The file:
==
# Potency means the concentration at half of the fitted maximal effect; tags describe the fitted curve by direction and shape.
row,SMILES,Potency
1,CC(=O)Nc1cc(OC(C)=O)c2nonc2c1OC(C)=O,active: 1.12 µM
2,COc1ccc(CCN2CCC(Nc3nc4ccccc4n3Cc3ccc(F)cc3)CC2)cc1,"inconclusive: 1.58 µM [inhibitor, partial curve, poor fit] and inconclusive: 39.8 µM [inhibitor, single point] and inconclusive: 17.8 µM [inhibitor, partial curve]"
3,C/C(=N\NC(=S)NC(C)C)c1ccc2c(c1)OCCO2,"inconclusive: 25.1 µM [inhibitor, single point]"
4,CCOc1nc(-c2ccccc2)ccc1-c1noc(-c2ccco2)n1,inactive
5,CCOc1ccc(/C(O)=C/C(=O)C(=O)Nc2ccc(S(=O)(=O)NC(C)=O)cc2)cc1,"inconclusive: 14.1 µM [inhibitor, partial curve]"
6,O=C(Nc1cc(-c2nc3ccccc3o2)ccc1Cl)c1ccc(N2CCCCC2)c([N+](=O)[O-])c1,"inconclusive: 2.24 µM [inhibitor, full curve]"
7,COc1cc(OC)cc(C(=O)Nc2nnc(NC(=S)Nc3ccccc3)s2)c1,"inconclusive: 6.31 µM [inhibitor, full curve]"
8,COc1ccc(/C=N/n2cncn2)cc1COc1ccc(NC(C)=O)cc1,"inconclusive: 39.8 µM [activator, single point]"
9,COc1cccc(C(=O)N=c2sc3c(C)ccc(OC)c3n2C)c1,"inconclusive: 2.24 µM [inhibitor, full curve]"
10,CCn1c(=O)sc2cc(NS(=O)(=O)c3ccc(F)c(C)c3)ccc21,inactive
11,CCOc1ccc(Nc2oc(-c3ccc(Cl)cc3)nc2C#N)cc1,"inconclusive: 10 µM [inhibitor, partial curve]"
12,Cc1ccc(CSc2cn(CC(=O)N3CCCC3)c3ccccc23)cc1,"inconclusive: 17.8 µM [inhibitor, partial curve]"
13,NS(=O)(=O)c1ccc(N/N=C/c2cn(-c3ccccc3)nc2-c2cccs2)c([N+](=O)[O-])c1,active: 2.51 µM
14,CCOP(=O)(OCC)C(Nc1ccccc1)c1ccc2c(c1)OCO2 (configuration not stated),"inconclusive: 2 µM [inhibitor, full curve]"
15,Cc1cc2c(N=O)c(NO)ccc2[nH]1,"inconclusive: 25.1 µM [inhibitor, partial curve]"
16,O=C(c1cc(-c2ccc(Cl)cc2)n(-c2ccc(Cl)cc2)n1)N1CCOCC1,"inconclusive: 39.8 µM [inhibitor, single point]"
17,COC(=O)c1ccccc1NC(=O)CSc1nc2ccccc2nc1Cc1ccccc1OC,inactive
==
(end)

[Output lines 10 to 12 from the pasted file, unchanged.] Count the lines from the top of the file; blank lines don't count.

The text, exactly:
8,COc1ccc(/C=N/n2cncn2)cc1COc1ccc(NC(C)=O)cc1,"inconclusive: 39.8 µM [activator, single point]"
9,COc1cccc(C(=O)N=c2sc3c(C)ccc(OC)c3n2C)c1,"inconclusive: 2.24 µM [inhibitor, full curve]"
10,CCn1c(=O)sc2cc(NS(=O)(=O)c3ccc(F)c(C)c3)ccc21,inactive